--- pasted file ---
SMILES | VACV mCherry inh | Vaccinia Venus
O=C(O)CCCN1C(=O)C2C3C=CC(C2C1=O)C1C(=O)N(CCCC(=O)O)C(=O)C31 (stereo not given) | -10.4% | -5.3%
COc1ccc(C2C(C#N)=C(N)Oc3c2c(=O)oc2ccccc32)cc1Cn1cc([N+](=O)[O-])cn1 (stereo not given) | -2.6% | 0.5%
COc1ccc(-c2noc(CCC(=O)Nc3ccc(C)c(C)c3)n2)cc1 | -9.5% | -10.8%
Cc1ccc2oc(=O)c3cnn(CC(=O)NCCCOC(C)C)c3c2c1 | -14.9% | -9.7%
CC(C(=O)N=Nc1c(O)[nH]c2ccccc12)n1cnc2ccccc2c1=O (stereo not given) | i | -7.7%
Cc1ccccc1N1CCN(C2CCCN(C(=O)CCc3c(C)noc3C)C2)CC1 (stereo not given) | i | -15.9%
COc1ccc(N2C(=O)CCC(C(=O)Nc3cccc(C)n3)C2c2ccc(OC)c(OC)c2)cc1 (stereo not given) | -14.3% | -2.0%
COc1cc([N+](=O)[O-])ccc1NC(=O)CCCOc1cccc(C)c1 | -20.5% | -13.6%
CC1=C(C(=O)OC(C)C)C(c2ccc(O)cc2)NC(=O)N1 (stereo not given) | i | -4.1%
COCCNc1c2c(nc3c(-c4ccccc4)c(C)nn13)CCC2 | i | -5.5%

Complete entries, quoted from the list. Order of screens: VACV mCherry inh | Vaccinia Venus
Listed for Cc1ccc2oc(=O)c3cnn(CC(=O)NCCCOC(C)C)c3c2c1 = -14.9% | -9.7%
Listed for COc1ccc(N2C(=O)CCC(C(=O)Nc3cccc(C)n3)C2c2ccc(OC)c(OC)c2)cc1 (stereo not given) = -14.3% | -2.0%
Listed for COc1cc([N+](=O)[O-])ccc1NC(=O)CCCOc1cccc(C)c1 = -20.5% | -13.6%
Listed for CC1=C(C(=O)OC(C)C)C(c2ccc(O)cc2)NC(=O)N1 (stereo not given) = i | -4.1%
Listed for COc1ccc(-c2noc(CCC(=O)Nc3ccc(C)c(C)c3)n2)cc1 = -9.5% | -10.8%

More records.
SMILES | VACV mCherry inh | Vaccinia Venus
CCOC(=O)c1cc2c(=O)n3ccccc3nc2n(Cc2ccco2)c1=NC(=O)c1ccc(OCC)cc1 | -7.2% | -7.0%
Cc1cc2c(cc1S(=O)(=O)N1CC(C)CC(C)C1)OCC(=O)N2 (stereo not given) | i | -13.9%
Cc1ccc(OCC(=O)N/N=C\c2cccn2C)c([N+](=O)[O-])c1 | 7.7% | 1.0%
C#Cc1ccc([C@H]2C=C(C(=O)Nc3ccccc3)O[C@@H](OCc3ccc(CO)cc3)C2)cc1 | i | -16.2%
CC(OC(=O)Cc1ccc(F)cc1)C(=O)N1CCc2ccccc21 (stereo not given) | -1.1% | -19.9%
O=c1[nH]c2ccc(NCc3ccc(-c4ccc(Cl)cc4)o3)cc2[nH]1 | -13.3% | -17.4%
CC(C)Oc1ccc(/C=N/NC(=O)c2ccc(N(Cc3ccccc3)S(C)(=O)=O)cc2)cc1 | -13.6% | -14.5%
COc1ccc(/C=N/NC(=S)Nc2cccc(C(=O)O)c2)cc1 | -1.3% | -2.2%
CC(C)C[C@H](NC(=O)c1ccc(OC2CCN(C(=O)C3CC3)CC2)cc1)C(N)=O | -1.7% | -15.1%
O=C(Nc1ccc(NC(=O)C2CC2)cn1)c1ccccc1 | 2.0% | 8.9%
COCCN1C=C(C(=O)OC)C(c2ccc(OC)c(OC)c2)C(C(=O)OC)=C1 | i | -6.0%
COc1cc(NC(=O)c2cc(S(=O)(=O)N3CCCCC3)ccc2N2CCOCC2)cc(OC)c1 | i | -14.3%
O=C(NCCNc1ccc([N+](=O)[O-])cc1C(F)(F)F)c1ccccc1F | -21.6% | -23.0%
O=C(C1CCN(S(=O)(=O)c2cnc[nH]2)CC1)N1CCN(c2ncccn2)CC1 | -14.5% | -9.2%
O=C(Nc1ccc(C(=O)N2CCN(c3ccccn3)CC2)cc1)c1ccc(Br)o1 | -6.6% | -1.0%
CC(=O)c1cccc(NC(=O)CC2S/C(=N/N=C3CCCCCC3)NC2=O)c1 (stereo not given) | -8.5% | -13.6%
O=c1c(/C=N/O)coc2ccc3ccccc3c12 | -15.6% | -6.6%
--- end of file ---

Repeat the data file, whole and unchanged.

SMILES | VACV mCherry inh | Vaccinia Venus
O=C(O)CCCN1C(=O)C2C3C=CC(C2C1=O)C1C(=O)N(CCCC(=O)O)C(=O)C31 (stereo not given) | -10.4% | -5.3%
COc1ccc(C2C(C#N)=C(N)Oc3c2c(=O)oc2ccccc32)cc1Cn1cc([N+](=O)[O-])cn1 (stereo not given) | -2.6% | 0.5%
COc1ccc(-c2noc(CCC(=O)Nc3ccc(C)c(C)c3)n2)cc1 | -9.5% | -10.8%
Cc1ccc2oc(=O)c3cnn(CC(=O)NCCCOC(C)C)c3c2c1 | -14.9% | -9.7%
CC(C(=O)N=Nc1c(O)[nH]c2ccccc12)n1cnc2ccccc2c1=O (stereo not given) | i | -7.7%
Cc1ccccc1N1CCN(C2CCCN(C(=O)CCc3c(C)noc3C)C2)CC1 (stereo not given) | i | -15.9%
COc1ccc(N2C(=O)CCC(C(=O)Nc3cccc(C)n3)C2c2ccc(OC)c(OC)c2)cc1 (stereo not given) | -14.3% | -2.0%
COc1cc([N+](=O)[O-])ccc1NC(=O)CCCOc1cccc(C)c1 | -20.5% | -13.6%
CC1=C(C(=O)OC(C)C)C(c2ccc(O)cc2)NC(=O)N1 (stereo not given) | i | -4.1%
COCCNc1c2c(nc3c(-c4ccccc4)c(C)nn13)CCC2 | i | -5.5%

Complete entries, quoted from the list. Order of screens: VACV mCherry inh | Vaccinia Venus
Listed for Cc1ccc2oc(=O)c3cnn(CC(=O)NCCCOC(C)C)c3c2c1 = -14.9% | -9.7%
Listed for COc1ccc(N2C(=O)CCC(C(=O)Nc3cccc(C)n3)C2c2ccc(OC)c(OC)c2)cc1 (stereo not given) = -14.3% | -2.0%
Listed for COc1cc([N+](=O)[O-])ccc1NC(=O)CCCOc1cccc(C)c1 = -20.5% | -13.6%
Listed for CC1=C(C(=O)OC(C)C)C(c2ccc(O)cc2)NC(=O)N1 (stereo not given) = i | -4.1%
Listed for COc1ccc(-c2noc(CCC(=O)Nc3ccc(C)c(C)c3)n2)cc1 = -9.5% | -10.8%

More records.
SMILES | VACV mCherry inh | Vaccinia Venus
CCOC(=O)c1cc2c(=O)n3ccccc3nc2n(Cc2ccco2)c1=NC(=O)c1ccc(OCC)cc1 | -7.2% | -7.0%
Cc1cc2c(cc1S(=O)(=O)N1CC(C)CC(C)C1)OCC(=O)N2 (stereo not given) | i | -13.9%
Cc1ccc(OCC(=O)N/N=C\c2cccn2C)c([N+](=O)[O-])c1 | 7.7% | 1.0%
C#Cc1ccc([C@H]2C=C(C(=O)Nc3ccccc3)O[C@@H](OCc3ccc(CO)cc3)C2)cc1 | i | -16.2%
CC(OC(=O)Cc1ccc(F)cc1)C(=O)N1CCc2ccccc21 (stereo not given) | -1.1% | -19.9%
O=c1[nH]c2ccc(NCc3ccc(-c4ccc(Cl)cc4)o3)cc2[nH]1 | -13.3% | -17.4%
CC(C)Oc1ccc(/C=N/NC(=O)c2ccc(N(Cc3ccccc3)S(C)(=O)=O)cc2)cc1 | -13.6% | -14.5%
COc1ccc(/C=N/NC(=S)Nc2cccc(C(=O)O)c2)cc1 | -1.3% | -2.2%
CC(C)C[C@H](NC(=O)c1ccc(OC2CCN(C(=O)C3CC3)CC2)cc1)C(N)=O | -1.7% | -15.1%
O=C(Nc1ccc(NC(=O)C2CC2)cn1)c1ccccc1 | 2.0% | 8.9%
COCCN1C=C(C(=O)OC)C(c2ccc(OC)c(OC)c2)C(C(=O)OC)=C1 | i | -6.0%
COc1cc(NC(=O)c2cc(S(=O)(=O)N3CCCCC3)ccc2N2CCOCC2)cc(OC)c1 | i | -14.3%
O=C(NCCNc1ccc([N+](=O)[O-])cc1C(F)(F)F)c1ccccc1F | -21.6% | -23.0%
O=C(C1CCN(S(=O)(=O)c2cnc[nH]2)CC1)N1CCN(c2ncccn2)CC1 | -14.5% | -9.2%
O=C(Nc1ccc(C(=O)N2CCN(c3ccccn3)CC2)cc1)c1ccc(Br)o1 | -6.6% | -1.0%
CC(=O)c1cccc(NC(=O)CC2S/C(=N/N=C3CCCCCC3)NC2=O)c1 (stereo not given) | -8.5% | -13.6%
O=c1c(/C=N/O)coc2ccc3ccccc3c12 | -15.6% | -6.6%